What does possible bankruptcy mean for Rattlers season ticket holders?

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PHOENIX -- It appears the Arizona Rattlers and their league might be heading for bankruptcy court, so what does that mean to consumers who paid big bucks for seats?

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We aired a report a couple of months ago on the Arizona Rattlers. Since that time, it appears that bankruptcy is even more likely for the league, which leaves Valley consumers out there with a lot of questions.

One question I keep hearing is if they go bankrupt, will I ever get the money back that I spent on season tickets?

Remember Mitch Moody? He purchased $2,100 in season tickets for the Arizona Rattlers just so he could entertain his customers and his employees.

But when the Rattlers and the Arena Football League suspended their season this year, Moody wondered what would happen to his money.

"We're not into giving $2,100 away," he said. "You know, that's the thing. That's not the way I operate."

And now it looks as though the entire league, including the Rattlers, just may go bankrupt.

If that's the case, will Moody and the thousands of other Valley ticket holders ever be able to recoup their money?

"Whether they have a chance of getting their money back is going to depend on whether there is money to distribute to creditors," said Dale Schian, a Phoenix bankruptcy attorney.

Schian, who has nothing to do with the Rattlers' troubles, said customers stand some chance of getting their money returned in the bankruptcy.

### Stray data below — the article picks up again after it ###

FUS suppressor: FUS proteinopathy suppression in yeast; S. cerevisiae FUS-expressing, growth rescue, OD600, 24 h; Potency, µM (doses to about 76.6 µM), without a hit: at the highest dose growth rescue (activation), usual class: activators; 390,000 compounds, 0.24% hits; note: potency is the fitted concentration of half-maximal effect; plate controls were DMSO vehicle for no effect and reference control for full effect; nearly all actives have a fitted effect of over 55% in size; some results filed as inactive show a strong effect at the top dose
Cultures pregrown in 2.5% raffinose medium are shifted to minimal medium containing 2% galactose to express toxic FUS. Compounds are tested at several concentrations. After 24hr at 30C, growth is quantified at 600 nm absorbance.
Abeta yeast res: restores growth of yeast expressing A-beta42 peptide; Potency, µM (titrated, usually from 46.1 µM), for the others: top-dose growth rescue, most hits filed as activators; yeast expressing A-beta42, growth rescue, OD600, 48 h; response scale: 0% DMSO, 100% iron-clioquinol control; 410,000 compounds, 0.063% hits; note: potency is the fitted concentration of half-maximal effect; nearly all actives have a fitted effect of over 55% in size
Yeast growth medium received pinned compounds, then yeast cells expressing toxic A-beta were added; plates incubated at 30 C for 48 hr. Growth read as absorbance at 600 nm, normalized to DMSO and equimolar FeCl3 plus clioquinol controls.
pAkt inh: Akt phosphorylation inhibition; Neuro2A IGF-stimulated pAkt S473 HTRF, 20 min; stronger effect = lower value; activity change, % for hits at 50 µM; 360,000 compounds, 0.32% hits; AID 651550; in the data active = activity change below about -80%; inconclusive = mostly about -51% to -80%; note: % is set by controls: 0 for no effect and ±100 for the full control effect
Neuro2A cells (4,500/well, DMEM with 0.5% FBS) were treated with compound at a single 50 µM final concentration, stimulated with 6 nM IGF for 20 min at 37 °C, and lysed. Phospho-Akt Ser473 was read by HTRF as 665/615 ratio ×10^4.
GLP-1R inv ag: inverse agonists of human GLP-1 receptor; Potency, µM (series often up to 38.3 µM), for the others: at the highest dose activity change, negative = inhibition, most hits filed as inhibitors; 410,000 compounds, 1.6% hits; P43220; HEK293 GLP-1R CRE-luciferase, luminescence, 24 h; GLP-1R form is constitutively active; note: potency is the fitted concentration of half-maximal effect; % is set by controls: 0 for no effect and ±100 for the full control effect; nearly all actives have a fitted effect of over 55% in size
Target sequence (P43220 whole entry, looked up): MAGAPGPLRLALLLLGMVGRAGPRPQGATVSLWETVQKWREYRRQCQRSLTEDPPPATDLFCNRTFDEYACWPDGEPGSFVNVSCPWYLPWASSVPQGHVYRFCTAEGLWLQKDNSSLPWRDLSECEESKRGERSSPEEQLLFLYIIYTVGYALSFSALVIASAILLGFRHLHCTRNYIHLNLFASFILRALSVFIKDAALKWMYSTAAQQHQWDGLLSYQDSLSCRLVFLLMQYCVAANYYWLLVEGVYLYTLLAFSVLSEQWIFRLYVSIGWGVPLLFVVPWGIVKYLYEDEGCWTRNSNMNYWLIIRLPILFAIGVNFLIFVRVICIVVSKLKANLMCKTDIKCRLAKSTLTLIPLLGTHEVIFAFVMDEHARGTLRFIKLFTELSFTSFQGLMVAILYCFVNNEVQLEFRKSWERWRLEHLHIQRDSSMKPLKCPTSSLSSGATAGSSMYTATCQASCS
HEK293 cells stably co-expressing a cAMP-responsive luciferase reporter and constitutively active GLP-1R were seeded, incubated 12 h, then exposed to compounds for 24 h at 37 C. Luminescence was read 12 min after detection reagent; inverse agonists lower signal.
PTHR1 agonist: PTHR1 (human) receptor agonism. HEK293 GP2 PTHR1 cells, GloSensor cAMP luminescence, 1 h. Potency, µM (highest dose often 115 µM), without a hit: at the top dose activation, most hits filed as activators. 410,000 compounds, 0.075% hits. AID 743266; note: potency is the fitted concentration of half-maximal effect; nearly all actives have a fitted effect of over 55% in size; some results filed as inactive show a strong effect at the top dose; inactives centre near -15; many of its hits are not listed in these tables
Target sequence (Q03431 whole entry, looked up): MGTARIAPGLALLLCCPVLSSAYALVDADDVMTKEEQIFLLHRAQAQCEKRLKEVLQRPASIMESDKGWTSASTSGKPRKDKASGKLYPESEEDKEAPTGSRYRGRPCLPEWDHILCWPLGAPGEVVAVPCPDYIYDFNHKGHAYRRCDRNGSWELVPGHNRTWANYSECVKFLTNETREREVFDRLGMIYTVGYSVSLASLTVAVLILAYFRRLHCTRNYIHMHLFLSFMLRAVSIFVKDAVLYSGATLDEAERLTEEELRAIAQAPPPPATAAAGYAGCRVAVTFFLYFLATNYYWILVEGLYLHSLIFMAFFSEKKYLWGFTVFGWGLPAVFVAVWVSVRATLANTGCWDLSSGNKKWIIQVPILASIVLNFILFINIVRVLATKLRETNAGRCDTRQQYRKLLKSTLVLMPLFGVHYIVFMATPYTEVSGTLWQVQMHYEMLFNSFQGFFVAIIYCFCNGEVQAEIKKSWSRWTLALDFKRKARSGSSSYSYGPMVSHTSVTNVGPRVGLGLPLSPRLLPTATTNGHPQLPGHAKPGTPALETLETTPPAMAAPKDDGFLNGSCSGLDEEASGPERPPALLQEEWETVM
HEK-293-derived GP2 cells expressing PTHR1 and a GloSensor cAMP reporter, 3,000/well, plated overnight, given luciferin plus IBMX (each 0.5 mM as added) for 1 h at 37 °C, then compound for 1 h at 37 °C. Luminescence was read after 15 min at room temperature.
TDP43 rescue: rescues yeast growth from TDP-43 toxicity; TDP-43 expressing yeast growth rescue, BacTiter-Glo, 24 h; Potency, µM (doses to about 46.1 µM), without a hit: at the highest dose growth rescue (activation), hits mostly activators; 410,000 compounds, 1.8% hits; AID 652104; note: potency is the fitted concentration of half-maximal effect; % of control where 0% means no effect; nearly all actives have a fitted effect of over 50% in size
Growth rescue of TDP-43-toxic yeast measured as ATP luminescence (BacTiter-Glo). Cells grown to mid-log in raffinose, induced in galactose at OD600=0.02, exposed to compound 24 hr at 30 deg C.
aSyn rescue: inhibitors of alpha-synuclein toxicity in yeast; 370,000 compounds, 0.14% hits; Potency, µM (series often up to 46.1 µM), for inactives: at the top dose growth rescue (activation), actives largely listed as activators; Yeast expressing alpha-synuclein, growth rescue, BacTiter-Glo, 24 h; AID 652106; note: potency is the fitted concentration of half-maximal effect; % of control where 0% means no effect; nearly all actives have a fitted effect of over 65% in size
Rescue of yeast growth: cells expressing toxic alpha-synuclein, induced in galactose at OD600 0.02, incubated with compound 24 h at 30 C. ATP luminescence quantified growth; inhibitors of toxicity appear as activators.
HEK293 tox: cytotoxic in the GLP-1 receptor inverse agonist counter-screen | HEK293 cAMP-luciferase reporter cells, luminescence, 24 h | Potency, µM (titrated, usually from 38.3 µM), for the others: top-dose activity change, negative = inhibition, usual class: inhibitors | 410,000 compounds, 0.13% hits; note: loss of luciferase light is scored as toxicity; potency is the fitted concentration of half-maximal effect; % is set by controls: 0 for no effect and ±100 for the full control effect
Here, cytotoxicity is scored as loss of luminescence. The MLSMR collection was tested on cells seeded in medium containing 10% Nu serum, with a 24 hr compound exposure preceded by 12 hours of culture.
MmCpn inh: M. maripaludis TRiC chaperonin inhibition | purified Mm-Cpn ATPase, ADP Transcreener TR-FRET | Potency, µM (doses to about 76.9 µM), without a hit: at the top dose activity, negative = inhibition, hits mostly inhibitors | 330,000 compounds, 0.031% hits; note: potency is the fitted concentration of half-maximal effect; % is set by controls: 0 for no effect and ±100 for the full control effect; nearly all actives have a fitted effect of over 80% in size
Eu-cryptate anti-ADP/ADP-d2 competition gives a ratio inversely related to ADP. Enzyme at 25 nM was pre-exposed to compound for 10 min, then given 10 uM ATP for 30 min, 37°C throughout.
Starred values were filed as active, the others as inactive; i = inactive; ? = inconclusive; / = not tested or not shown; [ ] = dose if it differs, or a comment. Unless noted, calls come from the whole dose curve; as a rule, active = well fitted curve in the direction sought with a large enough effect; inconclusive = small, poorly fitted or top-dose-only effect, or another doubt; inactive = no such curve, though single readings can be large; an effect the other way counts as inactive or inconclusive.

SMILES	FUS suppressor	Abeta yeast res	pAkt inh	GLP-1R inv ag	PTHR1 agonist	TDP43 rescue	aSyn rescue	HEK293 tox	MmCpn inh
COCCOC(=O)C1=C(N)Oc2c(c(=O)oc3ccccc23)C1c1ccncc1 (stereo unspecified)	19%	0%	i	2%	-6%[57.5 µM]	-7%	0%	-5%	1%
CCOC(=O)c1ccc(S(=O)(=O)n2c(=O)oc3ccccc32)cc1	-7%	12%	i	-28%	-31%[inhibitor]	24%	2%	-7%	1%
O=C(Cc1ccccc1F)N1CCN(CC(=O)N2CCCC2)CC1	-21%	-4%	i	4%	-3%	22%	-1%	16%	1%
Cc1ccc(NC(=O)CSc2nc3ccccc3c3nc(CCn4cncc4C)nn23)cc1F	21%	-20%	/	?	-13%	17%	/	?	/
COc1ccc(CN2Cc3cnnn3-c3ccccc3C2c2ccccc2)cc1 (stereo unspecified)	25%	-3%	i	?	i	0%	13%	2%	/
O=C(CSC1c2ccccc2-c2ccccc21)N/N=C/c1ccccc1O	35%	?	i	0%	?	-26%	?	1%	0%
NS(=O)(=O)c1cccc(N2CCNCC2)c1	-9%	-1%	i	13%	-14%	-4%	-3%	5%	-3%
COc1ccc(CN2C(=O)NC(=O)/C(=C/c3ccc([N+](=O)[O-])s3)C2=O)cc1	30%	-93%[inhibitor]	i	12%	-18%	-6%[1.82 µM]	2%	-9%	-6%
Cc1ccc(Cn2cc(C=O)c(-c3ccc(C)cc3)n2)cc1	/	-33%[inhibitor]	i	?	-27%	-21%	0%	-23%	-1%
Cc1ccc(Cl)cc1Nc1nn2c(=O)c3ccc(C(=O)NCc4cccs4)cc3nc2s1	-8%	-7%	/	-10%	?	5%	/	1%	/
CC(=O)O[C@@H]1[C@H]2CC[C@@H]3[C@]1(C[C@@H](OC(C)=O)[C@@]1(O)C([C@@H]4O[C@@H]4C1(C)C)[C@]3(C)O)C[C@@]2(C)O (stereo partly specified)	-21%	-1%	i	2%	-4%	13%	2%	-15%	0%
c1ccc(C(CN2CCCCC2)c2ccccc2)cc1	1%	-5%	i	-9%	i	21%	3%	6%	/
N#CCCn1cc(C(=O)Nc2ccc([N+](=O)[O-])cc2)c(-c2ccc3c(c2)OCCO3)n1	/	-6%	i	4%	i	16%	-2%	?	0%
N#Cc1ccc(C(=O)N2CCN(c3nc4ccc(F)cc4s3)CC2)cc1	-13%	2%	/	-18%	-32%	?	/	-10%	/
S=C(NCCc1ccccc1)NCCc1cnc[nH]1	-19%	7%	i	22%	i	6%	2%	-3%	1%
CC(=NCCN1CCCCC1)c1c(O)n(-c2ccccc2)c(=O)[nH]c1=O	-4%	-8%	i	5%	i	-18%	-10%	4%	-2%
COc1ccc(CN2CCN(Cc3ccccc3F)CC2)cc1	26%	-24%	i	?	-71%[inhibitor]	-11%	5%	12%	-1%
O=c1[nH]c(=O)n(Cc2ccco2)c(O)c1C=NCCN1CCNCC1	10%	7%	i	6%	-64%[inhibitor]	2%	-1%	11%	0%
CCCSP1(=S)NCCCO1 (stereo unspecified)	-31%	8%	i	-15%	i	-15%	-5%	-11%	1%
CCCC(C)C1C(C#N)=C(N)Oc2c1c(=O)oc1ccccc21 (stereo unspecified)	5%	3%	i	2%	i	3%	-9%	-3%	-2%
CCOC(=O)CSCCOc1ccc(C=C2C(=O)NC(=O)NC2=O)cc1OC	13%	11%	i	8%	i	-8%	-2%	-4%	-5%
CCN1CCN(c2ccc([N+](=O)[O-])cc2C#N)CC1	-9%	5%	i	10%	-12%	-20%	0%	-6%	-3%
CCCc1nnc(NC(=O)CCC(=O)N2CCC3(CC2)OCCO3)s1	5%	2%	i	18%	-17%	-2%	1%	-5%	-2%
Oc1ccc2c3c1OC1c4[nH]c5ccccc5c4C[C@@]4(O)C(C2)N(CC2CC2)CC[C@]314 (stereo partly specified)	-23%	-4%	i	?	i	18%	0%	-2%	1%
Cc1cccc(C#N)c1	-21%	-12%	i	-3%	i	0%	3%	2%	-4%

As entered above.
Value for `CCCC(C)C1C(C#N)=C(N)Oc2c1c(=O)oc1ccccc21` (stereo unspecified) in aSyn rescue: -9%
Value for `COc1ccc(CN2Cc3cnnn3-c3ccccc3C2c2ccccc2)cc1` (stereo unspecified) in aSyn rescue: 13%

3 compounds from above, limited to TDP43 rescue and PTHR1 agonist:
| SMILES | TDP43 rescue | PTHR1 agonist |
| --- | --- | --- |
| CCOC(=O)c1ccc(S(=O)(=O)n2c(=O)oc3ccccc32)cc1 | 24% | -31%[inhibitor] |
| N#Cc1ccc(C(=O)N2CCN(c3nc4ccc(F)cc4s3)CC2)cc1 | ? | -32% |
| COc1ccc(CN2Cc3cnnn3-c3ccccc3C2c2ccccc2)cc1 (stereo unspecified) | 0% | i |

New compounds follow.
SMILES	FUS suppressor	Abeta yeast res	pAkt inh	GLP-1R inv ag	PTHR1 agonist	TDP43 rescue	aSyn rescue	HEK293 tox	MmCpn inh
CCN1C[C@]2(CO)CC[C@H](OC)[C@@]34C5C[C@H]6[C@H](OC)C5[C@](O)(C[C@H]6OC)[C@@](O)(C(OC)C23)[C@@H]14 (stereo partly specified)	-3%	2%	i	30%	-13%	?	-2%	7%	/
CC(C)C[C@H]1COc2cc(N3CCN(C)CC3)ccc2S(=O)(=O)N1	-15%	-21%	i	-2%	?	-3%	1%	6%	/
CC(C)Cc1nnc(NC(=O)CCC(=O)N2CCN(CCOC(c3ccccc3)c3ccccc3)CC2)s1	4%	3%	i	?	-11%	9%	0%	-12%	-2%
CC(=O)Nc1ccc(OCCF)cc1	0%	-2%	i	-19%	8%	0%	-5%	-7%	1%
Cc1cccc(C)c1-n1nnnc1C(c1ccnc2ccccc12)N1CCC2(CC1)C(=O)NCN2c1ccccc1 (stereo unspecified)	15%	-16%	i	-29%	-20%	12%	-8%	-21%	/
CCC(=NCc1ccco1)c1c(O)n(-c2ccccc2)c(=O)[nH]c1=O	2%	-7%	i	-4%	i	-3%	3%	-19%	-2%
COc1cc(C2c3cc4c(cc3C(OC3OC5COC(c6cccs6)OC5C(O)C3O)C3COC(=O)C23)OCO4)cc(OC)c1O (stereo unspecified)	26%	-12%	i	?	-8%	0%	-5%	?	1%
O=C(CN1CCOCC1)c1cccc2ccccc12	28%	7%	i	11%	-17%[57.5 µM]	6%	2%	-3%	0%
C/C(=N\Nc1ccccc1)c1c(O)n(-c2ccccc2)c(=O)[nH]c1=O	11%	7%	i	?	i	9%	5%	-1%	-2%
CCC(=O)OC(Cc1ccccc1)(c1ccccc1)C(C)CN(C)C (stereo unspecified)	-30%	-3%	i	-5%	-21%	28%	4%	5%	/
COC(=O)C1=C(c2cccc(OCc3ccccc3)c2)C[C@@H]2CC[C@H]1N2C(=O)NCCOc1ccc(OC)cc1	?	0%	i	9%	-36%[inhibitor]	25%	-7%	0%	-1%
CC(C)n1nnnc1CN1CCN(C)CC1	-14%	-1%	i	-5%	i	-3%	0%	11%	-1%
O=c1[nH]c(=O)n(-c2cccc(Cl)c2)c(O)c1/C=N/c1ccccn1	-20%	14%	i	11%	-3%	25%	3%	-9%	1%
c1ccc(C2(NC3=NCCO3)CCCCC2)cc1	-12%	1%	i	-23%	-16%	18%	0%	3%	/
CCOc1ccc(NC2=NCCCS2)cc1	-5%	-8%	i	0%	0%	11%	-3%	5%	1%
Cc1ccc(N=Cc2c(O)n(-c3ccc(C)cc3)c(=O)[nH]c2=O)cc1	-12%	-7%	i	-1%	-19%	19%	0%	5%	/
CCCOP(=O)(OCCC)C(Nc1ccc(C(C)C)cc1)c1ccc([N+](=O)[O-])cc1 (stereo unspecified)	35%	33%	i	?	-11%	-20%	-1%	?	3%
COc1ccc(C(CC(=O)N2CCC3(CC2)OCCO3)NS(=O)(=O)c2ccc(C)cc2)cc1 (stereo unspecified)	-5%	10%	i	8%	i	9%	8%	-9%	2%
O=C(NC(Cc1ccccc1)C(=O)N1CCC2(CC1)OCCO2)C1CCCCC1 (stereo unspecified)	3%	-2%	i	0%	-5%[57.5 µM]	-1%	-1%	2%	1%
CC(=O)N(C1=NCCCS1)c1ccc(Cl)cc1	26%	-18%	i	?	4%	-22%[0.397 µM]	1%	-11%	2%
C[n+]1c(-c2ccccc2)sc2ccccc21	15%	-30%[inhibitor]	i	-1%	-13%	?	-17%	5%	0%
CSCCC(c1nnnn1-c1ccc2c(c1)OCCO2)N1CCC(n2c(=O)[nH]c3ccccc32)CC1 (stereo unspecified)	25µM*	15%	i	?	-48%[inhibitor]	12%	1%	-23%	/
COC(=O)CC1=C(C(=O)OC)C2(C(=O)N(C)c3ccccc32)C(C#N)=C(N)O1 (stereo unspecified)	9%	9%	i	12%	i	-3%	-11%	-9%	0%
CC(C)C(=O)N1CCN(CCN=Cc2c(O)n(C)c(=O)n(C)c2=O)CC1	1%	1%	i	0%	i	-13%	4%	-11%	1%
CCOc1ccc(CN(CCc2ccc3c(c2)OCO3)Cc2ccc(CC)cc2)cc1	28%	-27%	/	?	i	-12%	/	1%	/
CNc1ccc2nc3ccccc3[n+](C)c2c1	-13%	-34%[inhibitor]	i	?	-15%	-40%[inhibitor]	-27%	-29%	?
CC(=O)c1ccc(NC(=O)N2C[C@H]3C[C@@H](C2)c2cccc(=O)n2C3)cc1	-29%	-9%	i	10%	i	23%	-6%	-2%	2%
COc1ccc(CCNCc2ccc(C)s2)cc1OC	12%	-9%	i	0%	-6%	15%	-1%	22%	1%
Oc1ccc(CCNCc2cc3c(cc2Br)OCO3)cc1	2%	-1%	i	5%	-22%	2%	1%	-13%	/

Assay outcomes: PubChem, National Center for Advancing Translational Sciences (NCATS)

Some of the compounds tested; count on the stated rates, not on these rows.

"If the company is to be liquidated, then it would come from whatever the assets are to be liquidated and distribute to creditors," Schian said.

So, if the Rattlers file Chapter 11 bankruptcy, Schian says consumers will probably receive paperwork telling them about the filing.

At that time, you will need to fill out what's called a "proof of claim" and when you do that, make sure you indicate on the form that you're a "priority creditor." That way, if the team liquidates, you stand a better chance of getting at least some of your money.

"Those monies that they paid would have a priority of payment or distribution in the bankruptcy up to $2,425," Schian said.

Schian says there's also a chance that the bankruptcy court will assign a committee to represent ticket holders.

"It is possible that the U.S. Trustee's Office will file for a committee for season ticket holders who will then represent all ticket holders and will try to get them repaid their monies," Schian said.

There are a couple of different scenarios that could happen. For instance, the Arena Football League might file bankruptcy and the Rattlers might not.

If that's the case, I'll have to do a follow-up with new options, but this is kind of where we stand right now.